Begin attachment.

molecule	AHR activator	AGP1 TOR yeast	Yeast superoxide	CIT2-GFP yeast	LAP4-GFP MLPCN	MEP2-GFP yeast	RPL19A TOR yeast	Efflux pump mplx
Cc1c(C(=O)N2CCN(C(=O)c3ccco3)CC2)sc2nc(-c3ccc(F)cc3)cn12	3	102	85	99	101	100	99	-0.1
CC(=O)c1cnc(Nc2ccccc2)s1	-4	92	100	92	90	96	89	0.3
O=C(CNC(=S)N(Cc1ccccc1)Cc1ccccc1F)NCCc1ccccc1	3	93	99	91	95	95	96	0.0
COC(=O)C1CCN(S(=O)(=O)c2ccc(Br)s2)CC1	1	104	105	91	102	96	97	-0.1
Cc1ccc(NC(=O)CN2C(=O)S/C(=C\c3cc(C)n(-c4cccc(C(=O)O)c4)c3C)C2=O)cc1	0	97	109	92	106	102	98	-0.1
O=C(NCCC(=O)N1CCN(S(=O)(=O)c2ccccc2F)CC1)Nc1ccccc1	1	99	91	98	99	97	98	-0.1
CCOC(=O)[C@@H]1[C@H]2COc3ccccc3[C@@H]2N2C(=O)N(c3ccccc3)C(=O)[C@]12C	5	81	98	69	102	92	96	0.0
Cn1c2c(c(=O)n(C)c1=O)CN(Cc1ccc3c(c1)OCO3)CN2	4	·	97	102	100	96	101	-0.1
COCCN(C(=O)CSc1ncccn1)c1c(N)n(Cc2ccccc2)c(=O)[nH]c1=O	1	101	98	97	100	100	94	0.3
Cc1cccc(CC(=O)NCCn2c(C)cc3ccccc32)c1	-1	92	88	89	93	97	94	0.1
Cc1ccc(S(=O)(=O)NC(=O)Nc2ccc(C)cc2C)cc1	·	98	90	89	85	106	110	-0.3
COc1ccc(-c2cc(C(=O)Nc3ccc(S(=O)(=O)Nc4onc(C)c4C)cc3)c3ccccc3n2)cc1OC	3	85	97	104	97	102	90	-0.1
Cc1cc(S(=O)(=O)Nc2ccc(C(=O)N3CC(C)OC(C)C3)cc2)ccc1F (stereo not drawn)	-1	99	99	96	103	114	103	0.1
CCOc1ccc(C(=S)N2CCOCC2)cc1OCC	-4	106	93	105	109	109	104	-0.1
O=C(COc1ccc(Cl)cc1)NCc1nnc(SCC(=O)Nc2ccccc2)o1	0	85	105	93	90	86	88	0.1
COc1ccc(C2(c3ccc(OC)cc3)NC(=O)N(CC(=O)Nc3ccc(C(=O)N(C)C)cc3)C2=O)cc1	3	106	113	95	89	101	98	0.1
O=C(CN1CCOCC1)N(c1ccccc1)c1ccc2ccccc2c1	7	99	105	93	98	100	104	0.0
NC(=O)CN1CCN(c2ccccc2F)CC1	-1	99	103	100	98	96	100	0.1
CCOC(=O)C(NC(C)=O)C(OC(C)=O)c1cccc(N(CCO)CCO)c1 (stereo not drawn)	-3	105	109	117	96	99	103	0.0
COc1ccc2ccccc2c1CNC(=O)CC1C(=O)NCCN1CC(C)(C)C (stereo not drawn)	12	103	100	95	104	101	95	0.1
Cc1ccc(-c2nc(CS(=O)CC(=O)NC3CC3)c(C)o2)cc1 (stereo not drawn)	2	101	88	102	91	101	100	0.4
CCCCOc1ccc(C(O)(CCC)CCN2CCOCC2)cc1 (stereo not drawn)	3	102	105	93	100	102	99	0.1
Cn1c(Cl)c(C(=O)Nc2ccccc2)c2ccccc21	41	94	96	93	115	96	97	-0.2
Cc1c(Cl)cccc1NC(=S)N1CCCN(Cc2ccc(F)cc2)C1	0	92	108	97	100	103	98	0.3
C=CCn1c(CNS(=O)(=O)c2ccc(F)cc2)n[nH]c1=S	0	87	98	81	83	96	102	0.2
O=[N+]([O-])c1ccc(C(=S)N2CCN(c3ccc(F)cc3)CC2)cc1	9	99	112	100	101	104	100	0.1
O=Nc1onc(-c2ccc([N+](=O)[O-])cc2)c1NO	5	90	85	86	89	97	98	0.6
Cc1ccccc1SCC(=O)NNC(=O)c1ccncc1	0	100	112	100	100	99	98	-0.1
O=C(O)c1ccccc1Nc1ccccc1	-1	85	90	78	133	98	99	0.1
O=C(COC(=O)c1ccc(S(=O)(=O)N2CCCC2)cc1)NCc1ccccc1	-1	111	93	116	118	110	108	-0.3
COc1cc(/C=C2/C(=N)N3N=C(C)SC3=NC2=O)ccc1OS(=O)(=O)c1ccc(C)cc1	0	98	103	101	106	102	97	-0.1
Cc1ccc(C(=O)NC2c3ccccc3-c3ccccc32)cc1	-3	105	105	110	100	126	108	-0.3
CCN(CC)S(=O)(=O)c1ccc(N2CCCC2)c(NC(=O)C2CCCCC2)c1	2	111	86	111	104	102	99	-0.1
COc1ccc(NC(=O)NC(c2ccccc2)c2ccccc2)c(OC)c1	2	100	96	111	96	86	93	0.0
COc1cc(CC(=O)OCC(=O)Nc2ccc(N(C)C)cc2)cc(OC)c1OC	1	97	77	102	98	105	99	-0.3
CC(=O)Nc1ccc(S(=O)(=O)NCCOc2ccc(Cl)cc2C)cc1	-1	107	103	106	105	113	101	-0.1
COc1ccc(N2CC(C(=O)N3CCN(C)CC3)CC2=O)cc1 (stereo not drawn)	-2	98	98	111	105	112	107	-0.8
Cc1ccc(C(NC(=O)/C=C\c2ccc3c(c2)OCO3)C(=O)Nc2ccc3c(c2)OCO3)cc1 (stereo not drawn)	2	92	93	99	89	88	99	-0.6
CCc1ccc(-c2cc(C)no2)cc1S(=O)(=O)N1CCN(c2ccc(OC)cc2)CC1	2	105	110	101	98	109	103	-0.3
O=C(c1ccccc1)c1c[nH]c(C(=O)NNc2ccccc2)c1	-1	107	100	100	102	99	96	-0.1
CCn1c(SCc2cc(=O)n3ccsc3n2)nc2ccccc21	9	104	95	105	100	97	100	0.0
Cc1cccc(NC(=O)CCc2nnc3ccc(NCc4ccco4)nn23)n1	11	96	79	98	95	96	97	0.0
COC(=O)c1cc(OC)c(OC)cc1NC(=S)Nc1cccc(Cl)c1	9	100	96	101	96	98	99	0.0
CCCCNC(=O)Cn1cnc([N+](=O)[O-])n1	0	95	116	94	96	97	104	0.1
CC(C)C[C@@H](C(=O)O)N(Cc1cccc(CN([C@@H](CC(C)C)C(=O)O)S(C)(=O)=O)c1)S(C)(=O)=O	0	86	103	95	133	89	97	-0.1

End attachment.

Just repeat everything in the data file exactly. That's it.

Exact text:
molecule	AHR activator	AGP1 TOR yeast	Yeast superoxide	CIT2-GFP yeast	LAP4-GFP MLPCN	MEP2-GFP yeast	RPL19A TOR yeast	Efflux pump mplx
Cc1c(C(=O)N2CCN(C(=O)c3ccco3)CC2)sc2nc(-c3ccc(F)cc3)cn12	3	102	85	99	101	100	99	-0.1
CC(=O)c1cnc(Nc2ccccc2)s1	-4	92	100	92	90	96	89	0.3
O=C(CNC(=S)N(Cc1ccccc1)Cc1ccccc1F)NCCc1ccccc1	3	93	99	91	95	95	96	0.0
COC(=O)C1CCN(S(=O)(=O)c2ccc(Br)s2)CC1	1	104	105	91	102	96	97	-0.1
Cc1ccc(NC(=O)CN2C(=O)S/C(=C\c3cc(C)n(-c4cccc(C(=O)O)c4)c3C)C2=O)cc1	0	97	109	92	106	102	98	-0.1
O=C(NCCC(=O)N1CCN(S(=O)(=O)c2ccccc2F)CC1)Nc1ccccc1	1	99	91	98	99	97	98	-0.1
CCOC(=O)[C@@H]1[C@H]2COc3ccccc3[C@@H]2N2C(=O)N(c3ccccc3)C(=O)[C@]12C	5	81	98	69	102	92	96	0.0
Cn1c2c(c(=O)n(C)c1=O)CN(Cc1ccc3c(c1)OCO3)CN2	4	·	97	102	100	96	101	-0.1
COCCN(C(=O)CSc1ncccn1)c1c(N)n(Cc2ccccc2)c(=O)[nH]c1=O	1	101	98	97	100	100	94	0.3
Cc1cccc(CC(=O)NCCn2c(C)cc3ccccc32)c1	-1	92	88	89	93	97	94	0.1
Cc1ccc(S(=O)(=O)NC(=O)Nc2ccc(C)cc2C)cc1	·	98	90	89	85	106	110	-0.3
COc1ccc(-c2cc(C(=O)Nc3ccc(S(=O)(=O)Nc4onc(C)c4C)cc3)c3ccccc3n2)cc1OC	3	85	97	104	97	102	90	-0.1
Cc1cc(S(=O)(=O)Nc2ccc(C(=O)N3CC(C)OC(C)C3)cc2)ccc1F (stereo not drawn)	-1	99	99	96	103	114	103	0.1
CCOc1ccc(C(=S)N2CCOCC2)cc1OCC	-4	106	93	105	109	109	104	-0.1
O=C(COc1ccc(Cl)cc1)NCc1nnc(SCC(=O)Nc2ccccc2)o1	0	85	105	93	90	86	88	0.1
COc1ccc(C2(c3ccc(OC)cc3)NC(=O)N(CC(=O)Nc3ccc(C(=O)N(C)C)cc3)C2=O)cc1	3	106	113	95	89	101	98	0.1
O=C(CN1CCOCC1)N(c1ccccc1)c1ccc2ccccc2c1	7	99	105	93	98	100	104	0.0
NC(=O)CN1CCN(c2ccccc2F)CC1	-1	99	103	100	98	96	100	0.1
CCOC(=O)C(NC(C)=O)C(OC(C)=O)c1cccc(N(CCO)CCO)c1 (stereo not drawn)	-3	105	109	117	96	99	103	0.0
COc1ccc2ccccc2c1CNC(=O)CC1C(=O)NCCN1CC(C)(C)C (stereo not drawn)	12	103	100	95	104	101	95	0.1
Cc1ccc(-c2nc(CS(=O)CC(=O)NC3CC3)c(C)o2)cc1 (stereo not drawn)	2	101	88	102	91	101	100	0.4
CCCCOc1ccc(C(O)(CCC)CCN2CCOCC2)cc1 (stereo not drawn)	3	102	105	93	100	102	99	0.1
Cn1c(Cl)c(C(=O)Nc2ccccc2)c2ccccc21	41	94	96	93	115	96	97	-0.2
Cc1c(Cl)cccc1NC(=S)N1CCCN(Cc2ccc(F)cc2)C1	0	92	108	97	100	103	98	0.3
C=CCn1c(CNS(=O)(=O)c2ccc(F)cc2)n[nH]c1=S	0	87	98	81	83	96	102	0.2
O=[N+]([O-])c1ccc(C(=S)N2CCN(c3ccc(F)cc3)CC2)cc1	9	99	112	100	101	104	100	0.1
O=Nc1onc(-c2ccc([N+](=O)[O-])cc2)c1NO	5	90	85	86	89	97	98	0.6
Cc1ccccc1SCC(=O)NNC(=O)c1ccncc1	0	100	112	100	100	99	98	-0.1
O=C(O)c1ccccc1Nc1ccccc1	-1	85	90	78	133	98	99	0.1
O=C(COC(=O)c1ccc(S(=O)(=O)N2CCCC2)cc1)NCc1ccccc1	-1	111	93	116	118	110	108	-0.3
COc1cc(/C=C2/C(=N)N3N=C(C)SC3=NC2=O)ccc1OS(=O)(=O)c1ccc(C)cc1	0	98	103	101	106	102	97	-0.1
Cc1ccc(C(=O)NC2c3ccccc3-c3ccccc32)cc1	-3	105	105	110	100	126	108	-0.3
CCN(CC)S(=O)(=O)c1ccc(N2CCCC2)c(NC(=O)C2CCCCC2)c1	2	111	86	111	104	102	99	-0.1
COc1ccc(NC(=O)NC(c2ccccc2)c2ccccc2)c(OC)c1	2	100	96	111	96	86	93	0.0
COc1cc(CC(=O)OCC(=O)Nc2ccc(N(C)C)cc2)cc(OC)c1OC	1	97	77	102	98	105	99	-0.3
CC(=O)Nc1ccc(S(=O)(=O)NCCOc2ccc(Cl)cc2C)cc1	-1	107	103	106	105	113	101	-0.1
COc1ccc(N2CC(C(=O)N3CCN(C)CC3)CC2=O)cc1 (stereo not drawn)	-2	98	98	111	105	112	107	-0.8
Cc1ccc(C(NC(=O)/C=C\c2ccc3c(c2)OCO3)C(=O)Nc2ccc3c(c2)OCO3)cc1 (stereo not drawn)	2	92	93	99	89	88	99	-0.6
CCc1ccc(-c2cc(C)no2)cc1S(=O)(=O)N1CCN(c2ccc(OC)cc2)CC1	2	105	110	101	98	109	103	-0.3
O=C(c1ccccc1)c1c[nH]c(C(=O)NNc2ccccc2)c1	-1	107	100	100	102	99	96	-0.1
CCn1c(SCc2cc(=O)n3ccsc3n2)nc2ccccc21	9	104	95	105	100	97	100	0.0
Cc1cccc(NC(=O)CCc2nnc3ccc(NCc4ccco4)nn23)n1	11	96	79	98	95	96	97	0.0
COC(=O)c1cc(OC)c(OC)cc1NC(=S)Nc1cccc(Cl)c1	9	100	96	101	96	98	99	0.0
CCCCNC(=O)Cn1cnc([N+](=O)[O-])n1	0	95	116	94	96	97	104	0.1
CC(C)C[C@@H](C(=O)O)N(Cc1cccc(CN([C@@H](CC(C)C)C(=O)O)S(C)(=O)=O)c1)S(C)(=O)=O	0	86	103	95	133	89	97	-0.1